“Don’t measure yourself against another person,” Willy Nilly advises. “It’s all a personal growth pattern—you’re just trying to get better every time.”

The first step is passing your basic skills. This is where I, like every other “fresh meat” skater, started. These are things like basic skating techniques, balancing, stops and falls. A-Hole skated some laps with me and gave me some tips on T-stops—breaking by dragging one skate perpendicularly behind the other—and knee-taps—key for a safe fall. Because, face it, you’re going to fall. So, you may as well practice doing it safely. (Tip: If you’re in a pack, fall small! It’s less likely someone will roll over a limb.)

After my first week, my knees hurt from falling drills and the less substantial padding of old, loaner knee pads, but I’m confident that I actually know how to skate—and my crossovers and plow stops aren’t too bad, either. Maybe I could actually figure out this fancy footwork (which calls to mind Tara Lipinski figure skating) and play this sport successfully. Despite my unusually quiet demeanor at practice—partially due to mouth guard-driven stage fright—I’ve had a good time chatting with A-Hole and have met many other promising, potential companions.

I wonder whether part of the reason these girls bond so much is because they have to skate so literally side-by-side. I watch them move in their tight packs. Could I ever do that? Could I ever trust myself and the people around me not to knock each other over? The blockers must form a wall to keep the opposing team’s jammers from getting through and scoring points. Does this strong union extend beyond the rink?

Week two.

My second practice starts off with a bang. I’m instructed to join in with the rest of the ladies as they skate laps in a tight, single-file line. One at a time, the skater from the back of the line makes her way to the front, weaving between each other girl. The more advanced skaters roll backwards, keeping with the pace and dodging out of the way at the last minute. “Stay low!” voices say. The lower you are, the more stable. Somehow, I make it to the front in one piece.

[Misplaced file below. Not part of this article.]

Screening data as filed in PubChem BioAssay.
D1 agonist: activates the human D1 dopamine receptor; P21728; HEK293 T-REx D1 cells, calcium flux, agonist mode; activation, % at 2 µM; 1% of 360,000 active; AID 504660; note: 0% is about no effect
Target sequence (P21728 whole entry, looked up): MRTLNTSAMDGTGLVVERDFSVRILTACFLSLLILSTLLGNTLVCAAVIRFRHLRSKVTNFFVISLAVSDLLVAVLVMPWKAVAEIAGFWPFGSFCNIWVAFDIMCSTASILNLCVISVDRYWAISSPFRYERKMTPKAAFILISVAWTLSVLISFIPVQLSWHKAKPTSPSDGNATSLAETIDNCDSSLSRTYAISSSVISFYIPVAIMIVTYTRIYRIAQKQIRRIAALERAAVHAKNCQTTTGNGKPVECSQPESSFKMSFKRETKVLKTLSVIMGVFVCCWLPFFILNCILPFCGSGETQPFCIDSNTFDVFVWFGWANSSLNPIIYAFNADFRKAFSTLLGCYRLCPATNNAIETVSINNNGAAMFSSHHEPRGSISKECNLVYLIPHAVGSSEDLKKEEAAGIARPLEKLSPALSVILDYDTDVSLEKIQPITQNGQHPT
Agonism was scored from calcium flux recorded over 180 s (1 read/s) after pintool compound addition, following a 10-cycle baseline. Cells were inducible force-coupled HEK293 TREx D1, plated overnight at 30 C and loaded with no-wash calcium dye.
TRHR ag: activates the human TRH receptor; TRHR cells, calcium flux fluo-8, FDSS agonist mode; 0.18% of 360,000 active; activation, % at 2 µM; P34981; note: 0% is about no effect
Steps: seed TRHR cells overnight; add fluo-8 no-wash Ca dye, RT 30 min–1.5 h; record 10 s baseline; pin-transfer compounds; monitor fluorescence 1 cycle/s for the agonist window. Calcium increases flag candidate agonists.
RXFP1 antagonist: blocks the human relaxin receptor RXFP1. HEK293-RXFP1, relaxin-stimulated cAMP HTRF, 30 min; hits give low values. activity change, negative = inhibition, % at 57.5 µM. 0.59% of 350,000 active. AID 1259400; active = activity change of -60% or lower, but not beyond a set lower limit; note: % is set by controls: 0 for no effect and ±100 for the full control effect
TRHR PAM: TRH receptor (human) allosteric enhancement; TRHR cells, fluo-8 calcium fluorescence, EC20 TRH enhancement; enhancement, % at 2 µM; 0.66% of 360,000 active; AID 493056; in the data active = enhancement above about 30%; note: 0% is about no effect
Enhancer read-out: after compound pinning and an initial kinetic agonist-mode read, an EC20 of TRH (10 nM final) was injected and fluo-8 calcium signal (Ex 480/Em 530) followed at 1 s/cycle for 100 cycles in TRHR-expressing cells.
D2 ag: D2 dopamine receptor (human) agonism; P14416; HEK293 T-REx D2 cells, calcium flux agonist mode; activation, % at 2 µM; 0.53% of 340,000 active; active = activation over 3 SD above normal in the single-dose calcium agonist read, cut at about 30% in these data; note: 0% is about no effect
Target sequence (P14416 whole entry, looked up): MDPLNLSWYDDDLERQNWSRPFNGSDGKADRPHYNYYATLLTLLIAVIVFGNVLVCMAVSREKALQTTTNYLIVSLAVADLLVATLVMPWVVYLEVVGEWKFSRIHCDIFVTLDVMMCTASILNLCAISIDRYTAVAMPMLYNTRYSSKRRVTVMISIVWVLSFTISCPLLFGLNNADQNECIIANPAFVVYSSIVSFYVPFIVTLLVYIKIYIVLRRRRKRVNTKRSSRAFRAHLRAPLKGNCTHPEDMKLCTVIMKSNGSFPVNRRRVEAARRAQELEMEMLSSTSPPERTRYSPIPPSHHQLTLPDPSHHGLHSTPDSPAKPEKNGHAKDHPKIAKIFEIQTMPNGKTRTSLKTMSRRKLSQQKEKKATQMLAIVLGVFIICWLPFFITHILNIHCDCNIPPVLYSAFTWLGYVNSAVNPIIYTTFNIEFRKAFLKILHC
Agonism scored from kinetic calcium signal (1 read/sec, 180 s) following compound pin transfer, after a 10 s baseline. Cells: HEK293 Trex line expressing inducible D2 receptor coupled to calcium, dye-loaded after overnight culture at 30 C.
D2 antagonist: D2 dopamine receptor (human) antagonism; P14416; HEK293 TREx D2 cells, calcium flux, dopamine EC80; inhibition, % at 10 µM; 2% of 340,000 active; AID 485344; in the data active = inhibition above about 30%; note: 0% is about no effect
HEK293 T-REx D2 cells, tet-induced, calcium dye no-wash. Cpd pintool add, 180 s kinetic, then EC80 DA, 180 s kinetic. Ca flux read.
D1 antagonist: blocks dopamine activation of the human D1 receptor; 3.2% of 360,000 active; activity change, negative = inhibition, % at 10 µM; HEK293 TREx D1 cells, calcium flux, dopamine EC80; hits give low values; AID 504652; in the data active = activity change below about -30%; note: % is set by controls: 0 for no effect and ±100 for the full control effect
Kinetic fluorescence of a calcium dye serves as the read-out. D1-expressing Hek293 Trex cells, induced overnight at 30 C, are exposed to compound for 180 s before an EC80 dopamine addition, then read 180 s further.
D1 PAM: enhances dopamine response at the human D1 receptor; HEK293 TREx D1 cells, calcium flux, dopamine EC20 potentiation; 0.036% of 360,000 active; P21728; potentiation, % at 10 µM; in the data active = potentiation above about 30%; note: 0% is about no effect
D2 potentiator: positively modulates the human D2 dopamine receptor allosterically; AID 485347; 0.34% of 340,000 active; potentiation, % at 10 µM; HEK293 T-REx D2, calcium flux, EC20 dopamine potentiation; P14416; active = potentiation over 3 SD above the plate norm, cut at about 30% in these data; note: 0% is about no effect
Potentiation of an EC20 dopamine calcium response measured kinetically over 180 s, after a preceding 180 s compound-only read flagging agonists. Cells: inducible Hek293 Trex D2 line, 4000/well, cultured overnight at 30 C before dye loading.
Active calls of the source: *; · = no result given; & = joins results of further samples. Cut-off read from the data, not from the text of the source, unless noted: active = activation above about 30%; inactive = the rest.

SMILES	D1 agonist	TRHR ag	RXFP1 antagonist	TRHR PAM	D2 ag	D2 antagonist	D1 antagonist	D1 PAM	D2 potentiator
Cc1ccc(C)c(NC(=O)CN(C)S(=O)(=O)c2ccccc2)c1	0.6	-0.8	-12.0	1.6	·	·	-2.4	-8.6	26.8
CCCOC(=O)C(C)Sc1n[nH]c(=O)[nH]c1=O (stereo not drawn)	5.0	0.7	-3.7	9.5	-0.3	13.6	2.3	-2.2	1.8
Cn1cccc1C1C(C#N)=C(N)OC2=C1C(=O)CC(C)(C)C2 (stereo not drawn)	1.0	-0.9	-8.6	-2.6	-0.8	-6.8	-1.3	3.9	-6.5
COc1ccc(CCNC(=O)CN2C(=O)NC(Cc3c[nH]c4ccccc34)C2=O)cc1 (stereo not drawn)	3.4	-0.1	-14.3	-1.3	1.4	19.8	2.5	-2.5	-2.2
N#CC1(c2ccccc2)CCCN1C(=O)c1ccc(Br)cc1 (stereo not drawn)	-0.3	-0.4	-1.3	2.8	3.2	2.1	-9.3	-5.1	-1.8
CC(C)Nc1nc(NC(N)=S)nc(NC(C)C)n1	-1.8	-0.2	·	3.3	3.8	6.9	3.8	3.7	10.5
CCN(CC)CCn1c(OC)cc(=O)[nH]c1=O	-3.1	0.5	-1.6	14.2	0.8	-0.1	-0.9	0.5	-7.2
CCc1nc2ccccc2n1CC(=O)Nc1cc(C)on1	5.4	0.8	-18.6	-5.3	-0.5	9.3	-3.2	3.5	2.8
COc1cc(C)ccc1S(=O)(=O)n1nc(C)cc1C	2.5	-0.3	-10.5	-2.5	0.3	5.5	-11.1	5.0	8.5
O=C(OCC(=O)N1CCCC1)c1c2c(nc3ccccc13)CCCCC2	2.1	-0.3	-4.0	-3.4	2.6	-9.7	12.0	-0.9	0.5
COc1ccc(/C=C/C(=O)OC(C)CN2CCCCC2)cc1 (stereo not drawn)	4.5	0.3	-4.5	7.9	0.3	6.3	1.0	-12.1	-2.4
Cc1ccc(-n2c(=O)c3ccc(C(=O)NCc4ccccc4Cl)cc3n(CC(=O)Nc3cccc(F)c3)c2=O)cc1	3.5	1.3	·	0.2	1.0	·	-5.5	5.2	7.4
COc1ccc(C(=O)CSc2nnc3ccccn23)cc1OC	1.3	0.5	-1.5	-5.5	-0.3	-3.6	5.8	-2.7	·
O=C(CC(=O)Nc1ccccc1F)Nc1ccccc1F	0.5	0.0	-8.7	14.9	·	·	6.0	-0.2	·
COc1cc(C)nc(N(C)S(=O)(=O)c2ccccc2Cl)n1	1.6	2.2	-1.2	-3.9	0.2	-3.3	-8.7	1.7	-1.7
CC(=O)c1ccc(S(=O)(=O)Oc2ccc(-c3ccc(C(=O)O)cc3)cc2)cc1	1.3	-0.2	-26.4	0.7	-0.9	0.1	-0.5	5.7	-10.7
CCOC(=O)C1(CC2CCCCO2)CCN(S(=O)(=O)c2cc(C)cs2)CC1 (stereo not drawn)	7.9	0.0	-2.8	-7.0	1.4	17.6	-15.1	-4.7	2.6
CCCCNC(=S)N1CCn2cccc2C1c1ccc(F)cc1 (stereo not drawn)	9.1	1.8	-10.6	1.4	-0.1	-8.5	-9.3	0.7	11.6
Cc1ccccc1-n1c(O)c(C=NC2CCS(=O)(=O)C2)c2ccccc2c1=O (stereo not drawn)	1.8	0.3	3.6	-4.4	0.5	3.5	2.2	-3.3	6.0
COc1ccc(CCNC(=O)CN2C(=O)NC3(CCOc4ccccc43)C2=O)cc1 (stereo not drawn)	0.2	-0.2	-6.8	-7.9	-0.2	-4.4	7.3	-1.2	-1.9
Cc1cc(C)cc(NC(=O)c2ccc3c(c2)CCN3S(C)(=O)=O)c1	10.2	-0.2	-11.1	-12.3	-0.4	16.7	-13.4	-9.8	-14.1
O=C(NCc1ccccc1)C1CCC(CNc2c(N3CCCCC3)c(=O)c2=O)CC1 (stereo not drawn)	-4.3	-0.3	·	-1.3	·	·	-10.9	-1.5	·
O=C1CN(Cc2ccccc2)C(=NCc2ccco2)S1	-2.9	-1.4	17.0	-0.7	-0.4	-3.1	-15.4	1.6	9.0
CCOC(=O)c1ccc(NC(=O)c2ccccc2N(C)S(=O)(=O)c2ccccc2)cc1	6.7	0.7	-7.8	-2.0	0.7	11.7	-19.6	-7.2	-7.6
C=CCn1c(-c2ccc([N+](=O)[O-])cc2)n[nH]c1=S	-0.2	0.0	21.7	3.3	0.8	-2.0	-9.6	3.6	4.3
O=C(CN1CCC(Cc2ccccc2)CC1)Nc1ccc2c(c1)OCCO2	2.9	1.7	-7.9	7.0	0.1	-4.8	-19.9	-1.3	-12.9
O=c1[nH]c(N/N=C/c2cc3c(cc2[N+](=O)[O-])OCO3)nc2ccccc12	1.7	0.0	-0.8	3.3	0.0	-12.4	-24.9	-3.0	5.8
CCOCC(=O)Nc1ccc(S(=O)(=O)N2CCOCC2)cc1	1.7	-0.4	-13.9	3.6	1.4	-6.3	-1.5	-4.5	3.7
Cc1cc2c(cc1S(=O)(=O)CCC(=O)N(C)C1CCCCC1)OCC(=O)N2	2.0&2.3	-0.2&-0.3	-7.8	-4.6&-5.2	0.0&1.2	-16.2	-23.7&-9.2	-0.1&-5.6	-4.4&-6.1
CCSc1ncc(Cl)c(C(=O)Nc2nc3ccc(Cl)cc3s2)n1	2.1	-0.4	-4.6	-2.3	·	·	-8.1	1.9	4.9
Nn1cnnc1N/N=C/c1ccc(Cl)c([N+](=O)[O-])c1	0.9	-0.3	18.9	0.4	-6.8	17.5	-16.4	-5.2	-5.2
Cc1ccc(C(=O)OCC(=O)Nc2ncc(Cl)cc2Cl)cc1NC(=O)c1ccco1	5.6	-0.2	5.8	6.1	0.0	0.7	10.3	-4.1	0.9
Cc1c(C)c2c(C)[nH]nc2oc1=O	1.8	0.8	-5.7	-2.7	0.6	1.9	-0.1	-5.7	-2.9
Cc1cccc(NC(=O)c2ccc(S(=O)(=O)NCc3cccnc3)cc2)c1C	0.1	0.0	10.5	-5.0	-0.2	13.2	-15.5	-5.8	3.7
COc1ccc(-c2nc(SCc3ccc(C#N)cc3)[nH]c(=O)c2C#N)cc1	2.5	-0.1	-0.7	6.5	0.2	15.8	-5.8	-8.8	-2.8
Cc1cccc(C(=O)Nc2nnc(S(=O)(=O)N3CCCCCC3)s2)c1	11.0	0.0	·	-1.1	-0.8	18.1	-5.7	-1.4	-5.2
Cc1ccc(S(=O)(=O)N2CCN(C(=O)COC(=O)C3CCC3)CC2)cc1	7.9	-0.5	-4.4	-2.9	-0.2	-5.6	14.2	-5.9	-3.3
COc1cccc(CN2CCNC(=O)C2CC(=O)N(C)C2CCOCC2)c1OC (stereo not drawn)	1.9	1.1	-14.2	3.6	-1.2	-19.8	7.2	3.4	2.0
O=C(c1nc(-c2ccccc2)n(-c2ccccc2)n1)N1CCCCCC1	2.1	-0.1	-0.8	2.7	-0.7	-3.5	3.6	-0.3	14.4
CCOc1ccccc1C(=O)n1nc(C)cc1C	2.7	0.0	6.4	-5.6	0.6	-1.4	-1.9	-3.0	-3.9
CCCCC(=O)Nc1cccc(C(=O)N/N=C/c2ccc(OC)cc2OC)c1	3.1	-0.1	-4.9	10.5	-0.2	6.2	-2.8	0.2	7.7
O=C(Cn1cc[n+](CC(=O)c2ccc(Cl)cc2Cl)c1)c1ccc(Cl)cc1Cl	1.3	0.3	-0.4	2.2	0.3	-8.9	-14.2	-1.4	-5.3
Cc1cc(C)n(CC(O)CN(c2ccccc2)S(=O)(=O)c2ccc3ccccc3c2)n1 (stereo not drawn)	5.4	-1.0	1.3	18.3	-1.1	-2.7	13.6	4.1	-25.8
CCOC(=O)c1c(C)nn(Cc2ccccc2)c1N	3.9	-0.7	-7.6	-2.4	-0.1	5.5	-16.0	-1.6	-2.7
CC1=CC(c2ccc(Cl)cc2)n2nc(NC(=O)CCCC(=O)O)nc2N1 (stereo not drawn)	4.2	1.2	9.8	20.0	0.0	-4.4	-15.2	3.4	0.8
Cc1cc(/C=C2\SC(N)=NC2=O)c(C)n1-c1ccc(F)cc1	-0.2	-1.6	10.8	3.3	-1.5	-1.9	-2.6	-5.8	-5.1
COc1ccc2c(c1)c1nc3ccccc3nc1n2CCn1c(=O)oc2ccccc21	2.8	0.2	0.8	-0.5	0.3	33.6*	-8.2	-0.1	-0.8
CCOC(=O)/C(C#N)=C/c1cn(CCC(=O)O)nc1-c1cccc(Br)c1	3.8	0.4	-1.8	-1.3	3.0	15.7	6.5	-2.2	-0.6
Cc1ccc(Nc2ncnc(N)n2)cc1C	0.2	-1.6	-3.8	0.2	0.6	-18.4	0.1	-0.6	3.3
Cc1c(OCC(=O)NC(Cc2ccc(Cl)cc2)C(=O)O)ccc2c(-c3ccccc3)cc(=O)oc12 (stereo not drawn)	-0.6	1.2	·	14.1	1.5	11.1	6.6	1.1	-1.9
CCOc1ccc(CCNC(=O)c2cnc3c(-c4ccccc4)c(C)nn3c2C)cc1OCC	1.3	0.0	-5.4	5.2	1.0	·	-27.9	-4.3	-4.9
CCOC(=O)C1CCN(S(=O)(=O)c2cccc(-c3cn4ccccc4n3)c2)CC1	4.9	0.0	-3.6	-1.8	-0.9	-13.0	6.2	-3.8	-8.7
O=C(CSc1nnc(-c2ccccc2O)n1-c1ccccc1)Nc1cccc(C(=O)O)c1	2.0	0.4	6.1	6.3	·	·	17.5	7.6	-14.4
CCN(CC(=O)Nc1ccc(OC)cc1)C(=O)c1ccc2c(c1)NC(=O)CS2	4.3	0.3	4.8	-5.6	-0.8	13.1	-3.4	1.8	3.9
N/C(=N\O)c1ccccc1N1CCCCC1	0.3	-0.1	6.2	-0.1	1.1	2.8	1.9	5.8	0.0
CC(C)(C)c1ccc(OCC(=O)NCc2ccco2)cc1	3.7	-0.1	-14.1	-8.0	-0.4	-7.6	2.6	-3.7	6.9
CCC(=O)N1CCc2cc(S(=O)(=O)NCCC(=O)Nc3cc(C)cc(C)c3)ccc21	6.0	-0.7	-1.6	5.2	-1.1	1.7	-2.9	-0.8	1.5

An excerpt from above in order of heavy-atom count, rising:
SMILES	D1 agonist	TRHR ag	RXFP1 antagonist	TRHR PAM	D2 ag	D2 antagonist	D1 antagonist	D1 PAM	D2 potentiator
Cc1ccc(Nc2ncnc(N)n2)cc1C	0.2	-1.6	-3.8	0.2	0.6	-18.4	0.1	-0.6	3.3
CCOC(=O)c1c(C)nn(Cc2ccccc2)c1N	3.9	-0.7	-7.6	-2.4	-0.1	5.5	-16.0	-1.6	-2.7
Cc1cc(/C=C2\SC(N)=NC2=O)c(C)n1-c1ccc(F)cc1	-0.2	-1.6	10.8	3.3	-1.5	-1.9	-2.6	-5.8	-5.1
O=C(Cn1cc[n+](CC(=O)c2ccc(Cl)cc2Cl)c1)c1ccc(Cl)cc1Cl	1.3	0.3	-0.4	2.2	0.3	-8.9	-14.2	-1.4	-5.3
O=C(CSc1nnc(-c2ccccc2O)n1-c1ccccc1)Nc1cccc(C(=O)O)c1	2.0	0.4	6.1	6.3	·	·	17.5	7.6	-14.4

Another drill has me in a double-file line, this time, paired up with Racey Rocker. Together, she and I are to weave in and out of the line as before, but as a duo. She helps me along the way. Stay low, stay close, keep shoulders together … and we make it.

Lucky for me to have such a solid partner for my first drill like that. Racey has been on the team for nine years—almost since its inception.

“I roller-skated as a kid growing up,” Racey says. “We’d have family nights at the rink, and it was 18 years since I’d skated. I said, ‘I’ll try this out.’ And, you know, you just get hooked. It’s the healthy drug,” she laughs.

Racey is vivacious and skilled. After the drill was complete, she happily helps me with some advanced footwork before I was called over to join the rest of my fresh meat girls. The lot of us work on passing off the various basic skills we still needed to complete before we’re to move up and join the rest of the team. Helga Huffletuff—who befriended me the moment I first walked into the rink—works on her crossovers, a skating technique where one leg crosses over the other (good for keeping speed around turns). I try for passing my plow-stop, where the legs start wide and come together with force bringing you to a halt. It’s a no go for me, but progress was made.

By now, I’m addicted to the calming, meditative swirling sound of the skates rolling along the hardwood rink. I’m dreaming up derby names. I’m waiting eagerly for the next bout, and for the chance to befriend more of these badass skaters.

By my third week, the roller derby has completely won me over. There is no going back. The victories are too exciting, the encouraging behaviors of the team members too welcoming. Coach calls me be my adopted derby name, and I’m in.

Practice starts with some footwork way beyond my skill level. I fall down and get back up. What else is there to do?

The falls feel good—empowering! Beyond that, the skating is so fun no one wants to waste time sitting on the ground.

If the Gem City Rollergirls weren’t all about getting back on their feet right away, they may not be here today.

“They had a large amount of girls, two teams at the time,” says Racey of the team’s start in 2006. But then, there was a falling out. By the time Racey joined, there were only nine girls on the team. “We just reformed for many, many, many years and struggled.”

But when you get up from the falls, victories await.

For me, on this third practice, I go on to pass several more basic skills, honing in on my side-to-side movements, and to skate 30 laps in a tight, fast-paced pack, skating shoulder-to-shoulder with the other girls.